Then Chinese blocked Google, Twitter, Netflix and many more, while-putting obstacles in the path of companies like uber so as to grow its own tech giants. Alibaba, Baidu, DJI, WeChat, and more raced ahead. Huawei is a real giant in 5G. Protectionism created a fertile grand for local start ups to avoid foreign might, while the state provided them all enablers. Silicon Valley moghuls themselves are monopolies which gain an unfair competitive advantage by throwing money around. Copy or buy, is the mantra. India has been negligent both in providing support for meaningful innovation and establishing effective data protection policies. Taking advantage of it, the Western and Chinese innovators have explanted the Indian market to the hilt. 
The Indian govt. has to minimize obsessive restrictions and provide enabling conducive environment to Indian companies; these should be encouraged and supported to become behemoths like Reliance Jio, Hero Motors and Bajajhave been able to hold on in an intensely competitive sector because they have significantly invested in R&D. When you don’t invest, say, as in case of domestic cell phone market, the foreign marauders attack and take over. In 2015, Indian companies had 30 percent market share of domestic smart phone market; in 2019, less than 10 percent. Meanwhile the Chinese companies dominated the entire value chain, from basic technology to market channels.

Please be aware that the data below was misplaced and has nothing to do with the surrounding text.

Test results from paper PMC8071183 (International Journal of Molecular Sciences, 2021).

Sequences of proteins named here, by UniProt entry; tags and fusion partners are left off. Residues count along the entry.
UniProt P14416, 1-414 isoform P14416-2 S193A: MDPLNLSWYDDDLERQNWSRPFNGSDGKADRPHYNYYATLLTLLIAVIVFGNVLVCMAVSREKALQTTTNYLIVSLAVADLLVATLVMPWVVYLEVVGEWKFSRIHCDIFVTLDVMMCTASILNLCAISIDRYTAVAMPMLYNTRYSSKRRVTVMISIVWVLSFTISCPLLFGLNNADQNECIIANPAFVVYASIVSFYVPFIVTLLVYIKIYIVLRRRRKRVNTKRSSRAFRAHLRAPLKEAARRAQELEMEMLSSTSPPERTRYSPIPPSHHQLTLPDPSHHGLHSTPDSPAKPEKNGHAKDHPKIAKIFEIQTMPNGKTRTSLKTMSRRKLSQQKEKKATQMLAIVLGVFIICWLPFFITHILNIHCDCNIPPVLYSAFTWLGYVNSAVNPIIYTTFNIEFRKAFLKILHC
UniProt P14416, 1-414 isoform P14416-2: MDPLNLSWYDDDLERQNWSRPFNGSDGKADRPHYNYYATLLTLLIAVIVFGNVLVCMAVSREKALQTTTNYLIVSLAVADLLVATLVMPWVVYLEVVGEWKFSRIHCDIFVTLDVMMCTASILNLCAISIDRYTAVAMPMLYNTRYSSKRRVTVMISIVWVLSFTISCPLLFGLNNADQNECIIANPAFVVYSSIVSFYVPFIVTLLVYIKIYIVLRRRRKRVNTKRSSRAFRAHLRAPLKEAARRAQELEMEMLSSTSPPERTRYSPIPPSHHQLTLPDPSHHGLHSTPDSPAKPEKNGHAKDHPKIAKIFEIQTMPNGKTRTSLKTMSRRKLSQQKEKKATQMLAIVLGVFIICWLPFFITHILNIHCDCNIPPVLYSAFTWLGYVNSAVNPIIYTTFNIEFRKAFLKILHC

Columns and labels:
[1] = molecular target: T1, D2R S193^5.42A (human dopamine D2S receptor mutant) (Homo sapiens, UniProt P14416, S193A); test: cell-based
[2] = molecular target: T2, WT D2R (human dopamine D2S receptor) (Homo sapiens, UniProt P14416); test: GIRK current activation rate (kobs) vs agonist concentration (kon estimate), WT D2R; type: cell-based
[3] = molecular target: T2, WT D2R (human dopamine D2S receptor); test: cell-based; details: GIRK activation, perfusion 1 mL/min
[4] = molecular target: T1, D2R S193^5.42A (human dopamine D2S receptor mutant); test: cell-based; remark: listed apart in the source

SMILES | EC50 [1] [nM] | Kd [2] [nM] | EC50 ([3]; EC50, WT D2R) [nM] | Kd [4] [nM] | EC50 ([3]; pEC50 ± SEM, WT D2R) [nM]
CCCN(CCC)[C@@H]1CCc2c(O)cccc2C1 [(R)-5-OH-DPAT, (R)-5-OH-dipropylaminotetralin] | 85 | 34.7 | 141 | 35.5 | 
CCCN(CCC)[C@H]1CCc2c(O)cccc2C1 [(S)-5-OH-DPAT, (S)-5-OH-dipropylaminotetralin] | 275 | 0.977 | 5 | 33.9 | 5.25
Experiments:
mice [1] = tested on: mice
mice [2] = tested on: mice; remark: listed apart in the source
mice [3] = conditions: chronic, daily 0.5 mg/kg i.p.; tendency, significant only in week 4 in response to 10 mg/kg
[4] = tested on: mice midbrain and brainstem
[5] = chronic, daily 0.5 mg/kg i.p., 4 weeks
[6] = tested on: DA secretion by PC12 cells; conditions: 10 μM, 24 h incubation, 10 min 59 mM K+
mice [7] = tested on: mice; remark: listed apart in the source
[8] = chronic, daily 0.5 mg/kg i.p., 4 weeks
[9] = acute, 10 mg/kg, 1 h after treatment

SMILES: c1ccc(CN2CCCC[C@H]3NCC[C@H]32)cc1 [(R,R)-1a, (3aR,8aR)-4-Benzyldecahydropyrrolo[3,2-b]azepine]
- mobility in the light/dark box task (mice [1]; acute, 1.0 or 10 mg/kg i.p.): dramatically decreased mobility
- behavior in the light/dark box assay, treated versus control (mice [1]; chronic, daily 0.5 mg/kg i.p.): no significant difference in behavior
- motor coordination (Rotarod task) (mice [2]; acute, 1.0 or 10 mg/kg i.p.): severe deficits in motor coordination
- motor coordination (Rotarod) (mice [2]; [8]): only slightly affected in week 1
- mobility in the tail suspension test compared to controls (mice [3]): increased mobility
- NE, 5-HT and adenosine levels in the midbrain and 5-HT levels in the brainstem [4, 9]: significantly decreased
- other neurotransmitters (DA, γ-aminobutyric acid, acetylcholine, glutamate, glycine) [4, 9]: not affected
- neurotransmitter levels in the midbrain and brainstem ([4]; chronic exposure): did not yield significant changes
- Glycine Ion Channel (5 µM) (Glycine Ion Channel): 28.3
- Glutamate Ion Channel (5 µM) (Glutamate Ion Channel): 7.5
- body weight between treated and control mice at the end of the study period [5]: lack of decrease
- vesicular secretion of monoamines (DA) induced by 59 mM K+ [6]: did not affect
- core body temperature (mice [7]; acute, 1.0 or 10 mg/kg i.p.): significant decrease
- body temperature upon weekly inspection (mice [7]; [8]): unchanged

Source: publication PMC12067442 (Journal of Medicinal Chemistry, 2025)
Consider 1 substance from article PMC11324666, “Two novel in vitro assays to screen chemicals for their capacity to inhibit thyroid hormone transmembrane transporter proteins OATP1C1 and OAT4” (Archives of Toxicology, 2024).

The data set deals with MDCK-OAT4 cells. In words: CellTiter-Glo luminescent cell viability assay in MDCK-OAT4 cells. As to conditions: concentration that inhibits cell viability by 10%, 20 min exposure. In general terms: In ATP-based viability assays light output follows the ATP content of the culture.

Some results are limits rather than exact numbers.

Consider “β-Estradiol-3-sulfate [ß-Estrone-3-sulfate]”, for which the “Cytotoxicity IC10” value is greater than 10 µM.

In India a vicious circle exists. Higher R&D needs higher sales, but higher sales would require enhanced R&D. We must break it by establishing collaboration between industry and academia, as in the West and even China. Indian companies that cannot invest enough in R&D can internalize – recognize, assimilate, activate and marketize – the technology developed by academic and research scientists in various institutions. Of course internal R&Dwould still remain relevant. Collaborative research projects can be set up both for nascent and well understood technologies for possibility of coming out with incremental and disruptive outcomes. What is needed is building up of seamless lab to market capability. A government can perform four roles, planning, producing, facilitating and controlling. In order that we are able to substitute imports and become globally competitive we need to understand certain ground realities. First, companies produce, the govt. should ideally only provide enabling environment and let companies attain size and scale. Second, don’t scorn at monopolies – only they have the resources and muscle – like Reliance Jio,since they are the norms (Google, Amazon, Apple). A company initially attains monopoly domestically and then it takes size advantage globally. Chinese govt’s support for Huawei, Alibaba and many more is illustrative. Third, the govt. should facilitate global entry of large domestic players by providing all kind of support - incentives, lobbying – abroad. That is how rest of the world has been doing business. And, finally, realize, that the Indian companies can become part of global supply chain only on the basis of needs of the buyer, and not on government prompting. In brief, govt. including at India, is not a creator but it can be a facilitator.